When persecution starts for MBBs, their lives are often severely disrupted by many things, including being rejected by family, friends, and community. They may also lose jobs, opportunities for education, and may even be under the threat of torture or threat of death.
The negative effects, including stress, from the above are made worse by MBBs not taking care of themselves. In my book, Discipling Muslim Background Believers, I recommend that MBBs take care of themselves by properly (if possible):
- employing wise routines and disciplines, including spiritual disciplines
- interacting with people
- reading the Bible (more than your routine amount)
- praying and fellowshipping with God (more than your routine amount)
- getting outside into beautiful spaces
- fulfilling your responsibilities
- making plans
These things are covered more fully in the book.
Keywords: MBB discipleship, persecution, taking care of yourself
Most Christians know the name of the apostles in the Bible. They are given high importance, and rightly so. One of the most important leaders — less well known — was Barnabas. Why was he so critical to the life of the church?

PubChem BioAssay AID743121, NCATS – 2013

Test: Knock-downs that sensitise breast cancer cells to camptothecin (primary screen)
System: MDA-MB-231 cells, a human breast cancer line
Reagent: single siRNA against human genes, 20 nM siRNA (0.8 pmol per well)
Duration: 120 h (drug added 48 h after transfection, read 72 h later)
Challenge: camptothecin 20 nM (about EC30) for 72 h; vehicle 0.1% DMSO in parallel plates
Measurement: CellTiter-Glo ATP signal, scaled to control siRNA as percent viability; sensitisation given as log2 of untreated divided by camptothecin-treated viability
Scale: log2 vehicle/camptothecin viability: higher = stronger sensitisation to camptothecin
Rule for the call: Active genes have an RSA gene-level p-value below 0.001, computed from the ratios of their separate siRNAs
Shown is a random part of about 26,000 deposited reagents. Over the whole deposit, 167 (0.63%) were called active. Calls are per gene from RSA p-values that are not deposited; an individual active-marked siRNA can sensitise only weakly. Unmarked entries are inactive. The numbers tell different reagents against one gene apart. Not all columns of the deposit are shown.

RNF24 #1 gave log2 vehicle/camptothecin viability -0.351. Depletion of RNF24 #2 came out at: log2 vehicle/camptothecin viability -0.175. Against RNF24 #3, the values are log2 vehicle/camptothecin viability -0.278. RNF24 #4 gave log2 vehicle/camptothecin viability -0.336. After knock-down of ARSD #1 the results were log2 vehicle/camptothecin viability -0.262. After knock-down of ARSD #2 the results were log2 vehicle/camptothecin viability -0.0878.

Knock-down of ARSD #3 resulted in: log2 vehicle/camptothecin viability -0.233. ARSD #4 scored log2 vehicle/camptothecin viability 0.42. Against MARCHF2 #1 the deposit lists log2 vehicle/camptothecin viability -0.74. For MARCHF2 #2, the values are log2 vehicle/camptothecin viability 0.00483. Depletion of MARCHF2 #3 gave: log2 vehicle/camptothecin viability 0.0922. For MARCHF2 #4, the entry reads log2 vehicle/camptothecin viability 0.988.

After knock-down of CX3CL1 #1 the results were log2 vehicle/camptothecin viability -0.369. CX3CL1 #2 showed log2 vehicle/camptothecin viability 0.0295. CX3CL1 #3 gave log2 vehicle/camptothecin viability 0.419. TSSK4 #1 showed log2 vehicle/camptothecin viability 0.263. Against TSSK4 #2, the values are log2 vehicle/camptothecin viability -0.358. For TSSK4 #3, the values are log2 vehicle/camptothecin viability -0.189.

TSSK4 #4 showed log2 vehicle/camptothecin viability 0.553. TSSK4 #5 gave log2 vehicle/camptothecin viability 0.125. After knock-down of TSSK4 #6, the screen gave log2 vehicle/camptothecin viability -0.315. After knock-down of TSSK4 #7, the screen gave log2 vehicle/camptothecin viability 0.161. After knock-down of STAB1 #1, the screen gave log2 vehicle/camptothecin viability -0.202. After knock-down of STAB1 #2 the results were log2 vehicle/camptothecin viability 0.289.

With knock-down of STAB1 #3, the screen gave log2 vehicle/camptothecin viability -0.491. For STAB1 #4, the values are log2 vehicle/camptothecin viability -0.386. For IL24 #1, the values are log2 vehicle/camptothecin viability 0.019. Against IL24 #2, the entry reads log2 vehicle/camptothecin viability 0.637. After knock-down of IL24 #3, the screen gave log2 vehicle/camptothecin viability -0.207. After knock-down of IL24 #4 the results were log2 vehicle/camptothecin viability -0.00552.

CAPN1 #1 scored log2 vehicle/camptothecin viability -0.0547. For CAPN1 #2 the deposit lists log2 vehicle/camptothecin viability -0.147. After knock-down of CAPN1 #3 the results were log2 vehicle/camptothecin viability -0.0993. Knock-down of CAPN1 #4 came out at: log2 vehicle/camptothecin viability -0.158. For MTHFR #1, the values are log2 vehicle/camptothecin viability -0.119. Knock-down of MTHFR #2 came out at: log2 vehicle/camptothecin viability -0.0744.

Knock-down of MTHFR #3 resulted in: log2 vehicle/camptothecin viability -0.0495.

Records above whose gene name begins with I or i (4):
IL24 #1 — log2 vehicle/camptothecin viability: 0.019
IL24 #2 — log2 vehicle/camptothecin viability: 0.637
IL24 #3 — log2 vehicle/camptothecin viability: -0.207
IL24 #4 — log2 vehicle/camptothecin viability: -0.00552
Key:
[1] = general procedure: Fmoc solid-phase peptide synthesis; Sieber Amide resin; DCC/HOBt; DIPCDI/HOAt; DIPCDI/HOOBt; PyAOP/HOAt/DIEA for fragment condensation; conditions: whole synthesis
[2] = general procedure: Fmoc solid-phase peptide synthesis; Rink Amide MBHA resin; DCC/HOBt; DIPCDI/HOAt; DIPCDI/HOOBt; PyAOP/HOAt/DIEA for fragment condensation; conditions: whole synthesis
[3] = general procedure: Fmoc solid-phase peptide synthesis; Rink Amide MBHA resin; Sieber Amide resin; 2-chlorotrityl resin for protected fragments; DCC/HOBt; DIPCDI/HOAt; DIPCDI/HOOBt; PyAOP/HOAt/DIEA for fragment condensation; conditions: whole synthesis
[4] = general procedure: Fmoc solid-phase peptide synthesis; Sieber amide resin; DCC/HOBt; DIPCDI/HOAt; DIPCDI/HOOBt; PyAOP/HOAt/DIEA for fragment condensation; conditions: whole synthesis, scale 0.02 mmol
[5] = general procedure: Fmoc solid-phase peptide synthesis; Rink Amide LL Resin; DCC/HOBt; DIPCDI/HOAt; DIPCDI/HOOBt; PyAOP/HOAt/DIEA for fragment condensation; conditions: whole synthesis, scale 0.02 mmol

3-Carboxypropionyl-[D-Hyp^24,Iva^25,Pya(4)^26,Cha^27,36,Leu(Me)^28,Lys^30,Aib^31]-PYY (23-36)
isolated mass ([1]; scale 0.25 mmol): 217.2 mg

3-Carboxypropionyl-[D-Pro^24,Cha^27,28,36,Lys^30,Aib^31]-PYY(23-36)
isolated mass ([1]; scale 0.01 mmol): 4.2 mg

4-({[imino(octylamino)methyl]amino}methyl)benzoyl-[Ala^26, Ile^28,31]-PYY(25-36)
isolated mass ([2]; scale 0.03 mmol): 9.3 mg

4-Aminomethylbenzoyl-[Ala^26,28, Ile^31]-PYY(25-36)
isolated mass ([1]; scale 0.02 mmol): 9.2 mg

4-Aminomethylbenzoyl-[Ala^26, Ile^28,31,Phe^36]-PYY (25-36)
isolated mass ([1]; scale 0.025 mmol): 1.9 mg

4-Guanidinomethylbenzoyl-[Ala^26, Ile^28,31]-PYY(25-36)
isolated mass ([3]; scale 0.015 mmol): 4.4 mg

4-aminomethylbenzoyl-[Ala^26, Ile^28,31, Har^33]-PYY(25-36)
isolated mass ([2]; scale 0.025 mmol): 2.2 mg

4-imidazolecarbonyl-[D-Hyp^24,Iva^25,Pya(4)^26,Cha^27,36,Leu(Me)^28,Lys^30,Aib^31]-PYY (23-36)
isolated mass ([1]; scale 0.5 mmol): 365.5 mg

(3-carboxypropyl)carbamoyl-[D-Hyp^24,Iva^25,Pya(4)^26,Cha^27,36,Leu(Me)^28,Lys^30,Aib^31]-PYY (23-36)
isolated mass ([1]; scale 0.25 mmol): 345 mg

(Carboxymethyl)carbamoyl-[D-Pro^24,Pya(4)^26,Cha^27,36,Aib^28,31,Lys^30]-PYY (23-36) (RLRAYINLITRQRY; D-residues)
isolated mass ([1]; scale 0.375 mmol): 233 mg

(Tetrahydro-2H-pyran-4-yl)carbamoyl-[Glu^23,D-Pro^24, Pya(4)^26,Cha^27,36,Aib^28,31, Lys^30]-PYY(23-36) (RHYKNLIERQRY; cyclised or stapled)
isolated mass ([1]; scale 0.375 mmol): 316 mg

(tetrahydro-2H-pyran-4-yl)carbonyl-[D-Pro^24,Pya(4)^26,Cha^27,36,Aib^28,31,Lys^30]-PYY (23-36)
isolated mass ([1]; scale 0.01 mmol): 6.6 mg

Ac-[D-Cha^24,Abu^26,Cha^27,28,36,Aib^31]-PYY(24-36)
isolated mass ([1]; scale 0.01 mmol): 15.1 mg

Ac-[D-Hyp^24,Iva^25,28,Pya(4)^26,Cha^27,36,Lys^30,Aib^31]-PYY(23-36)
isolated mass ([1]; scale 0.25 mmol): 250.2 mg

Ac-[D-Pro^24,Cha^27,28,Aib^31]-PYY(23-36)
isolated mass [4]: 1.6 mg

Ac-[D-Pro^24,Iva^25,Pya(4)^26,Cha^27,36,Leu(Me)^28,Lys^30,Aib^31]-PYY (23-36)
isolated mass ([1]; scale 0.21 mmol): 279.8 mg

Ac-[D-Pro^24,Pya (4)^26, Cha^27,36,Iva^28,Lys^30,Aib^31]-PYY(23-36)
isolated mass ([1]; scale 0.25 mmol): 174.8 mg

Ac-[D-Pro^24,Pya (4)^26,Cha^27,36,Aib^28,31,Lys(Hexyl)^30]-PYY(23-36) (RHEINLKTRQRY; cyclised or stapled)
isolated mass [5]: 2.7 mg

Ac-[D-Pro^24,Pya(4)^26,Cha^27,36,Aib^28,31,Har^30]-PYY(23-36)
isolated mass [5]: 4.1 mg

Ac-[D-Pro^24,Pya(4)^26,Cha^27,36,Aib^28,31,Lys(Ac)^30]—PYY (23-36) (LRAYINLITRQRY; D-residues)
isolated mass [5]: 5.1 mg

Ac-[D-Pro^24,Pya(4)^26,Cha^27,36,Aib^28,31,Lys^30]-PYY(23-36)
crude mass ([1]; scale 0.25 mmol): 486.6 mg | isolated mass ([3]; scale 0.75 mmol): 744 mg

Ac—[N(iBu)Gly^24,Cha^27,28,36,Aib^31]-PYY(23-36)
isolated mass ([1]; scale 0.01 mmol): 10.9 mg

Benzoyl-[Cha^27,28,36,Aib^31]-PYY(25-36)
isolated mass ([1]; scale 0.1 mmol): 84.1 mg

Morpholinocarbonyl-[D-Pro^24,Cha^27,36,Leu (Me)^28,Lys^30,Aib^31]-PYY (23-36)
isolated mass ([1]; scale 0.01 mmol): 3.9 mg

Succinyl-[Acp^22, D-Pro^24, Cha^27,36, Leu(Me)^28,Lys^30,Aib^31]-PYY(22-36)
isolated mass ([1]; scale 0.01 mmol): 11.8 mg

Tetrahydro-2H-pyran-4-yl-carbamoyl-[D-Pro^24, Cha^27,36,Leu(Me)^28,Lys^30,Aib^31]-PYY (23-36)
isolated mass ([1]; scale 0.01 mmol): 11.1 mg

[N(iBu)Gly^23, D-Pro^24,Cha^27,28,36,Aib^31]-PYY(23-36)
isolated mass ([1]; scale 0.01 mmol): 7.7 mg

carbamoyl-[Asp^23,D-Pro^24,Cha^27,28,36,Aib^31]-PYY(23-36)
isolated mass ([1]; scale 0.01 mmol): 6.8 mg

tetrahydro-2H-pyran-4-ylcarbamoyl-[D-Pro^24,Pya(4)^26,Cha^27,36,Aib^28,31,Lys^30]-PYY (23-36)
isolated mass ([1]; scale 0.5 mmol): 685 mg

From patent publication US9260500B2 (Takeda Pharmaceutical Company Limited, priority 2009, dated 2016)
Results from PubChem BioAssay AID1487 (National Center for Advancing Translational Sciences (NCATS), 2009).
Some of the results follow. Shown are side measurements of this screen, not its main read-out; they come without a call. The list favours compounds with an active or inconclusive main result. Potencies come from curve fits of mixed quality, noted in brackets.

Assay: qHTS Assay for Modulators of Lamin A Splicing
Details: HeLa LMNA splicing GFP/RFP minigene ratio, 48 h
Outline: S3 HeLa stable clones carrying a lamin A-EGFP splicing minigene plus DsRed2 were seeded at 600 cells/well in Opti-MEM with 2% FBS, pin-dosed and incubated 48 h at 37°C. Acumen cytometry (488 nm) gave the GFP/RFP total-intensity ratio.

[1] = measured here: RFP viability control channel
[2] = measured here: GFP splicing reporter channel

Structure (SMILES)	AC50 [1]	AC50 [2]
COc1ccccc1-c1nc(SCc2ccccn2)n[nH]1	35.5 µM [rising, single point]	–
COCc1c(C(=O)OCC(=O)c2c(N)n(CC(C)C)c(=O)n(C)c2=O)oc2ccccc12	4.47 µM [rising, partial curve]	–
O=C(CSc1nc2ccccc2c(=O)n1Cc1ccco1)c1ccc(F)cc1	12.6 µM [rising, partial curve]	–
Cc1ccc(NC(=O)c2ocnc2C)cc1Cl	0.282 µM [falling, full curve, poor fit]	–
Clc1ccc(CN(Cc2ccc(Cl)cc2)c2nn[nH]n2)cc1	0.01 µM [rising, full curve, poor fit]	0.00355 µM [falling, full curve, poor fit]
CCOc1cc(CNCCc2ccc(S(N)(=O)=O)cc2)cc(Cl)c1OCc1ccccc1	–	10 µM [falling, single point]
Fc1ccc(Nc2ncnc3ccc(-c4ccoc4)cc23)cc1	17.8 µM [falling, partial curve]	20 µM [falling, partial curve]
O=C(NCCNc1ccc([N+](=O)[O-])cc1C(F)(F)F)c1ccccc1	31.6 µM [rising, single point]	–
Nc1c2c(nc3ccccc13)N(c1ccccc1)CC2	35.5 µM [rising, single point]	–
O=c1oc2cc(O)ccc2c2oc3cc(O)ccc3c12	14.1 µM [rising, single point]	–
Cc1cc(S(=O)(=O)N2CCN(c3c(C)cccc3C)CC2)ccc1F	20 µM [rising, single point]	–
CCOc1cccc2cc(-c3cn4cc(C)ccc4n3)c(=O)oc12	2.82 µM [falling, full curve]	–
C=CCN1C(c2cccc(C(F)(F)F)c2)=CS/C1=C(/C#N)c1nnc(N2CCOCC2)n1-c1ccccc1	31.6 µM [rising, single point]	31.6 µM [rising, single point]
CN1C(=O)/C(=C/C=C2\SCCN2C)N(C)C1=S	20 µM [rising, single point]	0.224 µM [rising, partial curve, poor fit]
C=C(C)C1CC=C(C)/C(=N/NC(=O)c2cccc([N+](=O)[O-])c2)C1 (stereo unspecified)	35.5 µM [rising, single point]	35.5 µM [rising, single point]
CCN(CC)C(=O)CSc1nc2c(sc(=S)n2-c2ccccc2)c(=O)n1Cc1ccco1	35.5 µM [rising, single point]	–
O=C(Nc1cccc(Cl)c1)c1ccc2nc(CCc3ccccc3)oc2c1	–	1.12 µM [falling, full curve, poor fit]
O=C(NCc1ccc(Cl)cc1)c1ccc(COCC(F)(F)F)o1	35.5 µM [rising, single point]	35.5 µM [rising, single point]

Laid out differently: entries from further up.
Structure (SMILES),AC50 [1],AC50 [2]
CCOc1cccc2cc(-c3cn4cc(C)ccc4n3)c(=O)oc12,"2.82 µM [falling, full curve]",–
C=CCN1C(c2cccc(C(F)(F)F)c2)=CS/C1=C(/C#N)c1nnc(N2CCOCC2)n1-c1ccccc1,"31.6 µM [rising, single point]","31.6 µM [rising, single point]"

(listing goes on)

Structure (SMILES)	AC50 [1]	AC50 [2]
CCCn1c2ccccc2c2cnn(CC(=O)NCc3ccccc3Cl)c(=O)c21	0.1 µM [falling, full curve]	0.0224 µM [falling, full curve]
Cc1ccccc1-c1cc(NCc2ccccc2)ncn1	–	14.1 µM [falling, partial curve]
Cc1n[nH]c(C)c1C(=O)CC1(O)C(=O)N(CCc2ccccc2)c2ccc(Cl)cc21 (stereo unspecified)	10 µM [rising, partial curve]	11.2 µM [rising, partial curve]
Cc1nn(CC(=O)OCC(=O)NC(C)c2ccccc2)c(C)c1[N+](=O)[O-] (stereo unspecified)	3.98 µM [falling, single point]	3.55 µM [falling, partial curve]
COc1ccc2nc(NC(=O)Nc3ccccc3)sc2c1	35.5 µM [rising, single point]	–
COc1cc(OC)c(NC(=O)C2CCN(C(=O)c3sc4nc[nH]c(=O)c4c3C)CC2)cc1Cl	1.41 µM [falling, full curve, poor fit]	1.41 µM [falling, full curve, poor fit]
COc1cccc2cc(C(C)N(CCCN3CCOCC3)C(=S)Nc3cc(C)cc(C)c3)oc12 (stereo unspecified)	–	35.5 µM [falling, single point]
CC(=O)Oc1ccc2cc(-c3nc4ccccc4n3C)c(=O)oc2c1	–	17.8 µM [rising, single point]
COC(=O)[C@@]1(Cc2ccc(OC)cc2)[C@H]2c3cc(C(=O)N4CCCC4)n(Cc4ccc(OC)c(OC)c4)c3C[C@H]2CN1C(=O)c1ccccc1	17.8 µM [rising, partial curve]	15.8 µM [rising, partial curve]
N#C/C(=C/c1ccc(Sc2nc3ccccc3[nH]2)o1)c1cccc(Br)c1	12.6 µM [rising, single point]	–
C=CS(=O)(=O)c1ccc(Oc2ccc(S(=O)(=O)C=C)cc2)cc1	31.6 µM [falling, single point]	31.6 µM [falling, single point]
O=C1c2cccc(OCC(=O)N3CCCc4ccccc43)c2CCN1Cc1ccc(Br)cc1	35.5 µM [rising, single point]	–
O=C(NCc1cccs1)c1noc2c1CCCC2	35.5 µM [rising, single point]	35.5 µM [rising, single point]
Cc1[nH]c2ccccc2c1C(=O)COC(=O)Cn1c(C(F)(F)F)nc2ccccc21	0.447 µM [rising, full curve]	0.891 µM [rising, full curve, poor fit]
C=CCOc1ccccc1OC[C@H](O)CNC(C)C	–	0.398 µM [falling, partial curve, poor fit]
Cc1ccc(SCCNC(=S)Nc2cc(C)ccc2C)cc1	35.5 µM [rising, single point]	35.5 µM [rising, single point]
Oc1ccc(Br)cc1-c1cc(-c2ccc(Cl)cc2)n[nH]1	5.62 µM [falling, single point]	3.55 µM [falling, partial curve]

The early church was experiencing great persecution, part of which was spearheaded by Saul of Tarsus. Saul experienced a radical conversion when he encountered the risen Lord Jesus. He was renamed Paul. Paul was certainly not someone that the disciples and apostles wanted to be near, much less work with or listen to, even though God had appointed Him to be an apostle. Barnabas heard him speak, recognized the anointing on him, and risked his own reputation with his friends — and perhaps even all of their lives — by bringing Paul to them with a positive recommendation.
Please note that Barnabas did not wait for Paul to develop a long-term, successful reputation — he acted on with a heart of encouragement and discernment from the Spirit of God. Without Barnabas’ positive recommendation, it is very likely that the church would not have grown as fast nor as vibrantly as it did.
MBBs tend to be skeptical of outsiders, especially concerned that the incoming MBB might be a plant from the religious police (or the equivalent). There is a lack of trust based on skepticism. This skepticism grows from valid concerns, but often blocks fellowship and the growth of the church because of hypervigilance.
In order to grow properly, MBB leaders will need to pray for the ability to discern who is called to lead, then act bring those new leaders into fellowship with positive recommendations, often without waiting for years to ensure that the new person is as anointed as the leader had suspected. Yes, guidance by the Holy Spirit and courage will be needed, but MBB small groups and churches will not grow as God intends in Muslim contexts unless MBB leaders chose to lead with a heart of encouragement.
Keywords: Encouragement, Barnabas, persecution, discernment, choosing leaders, MBB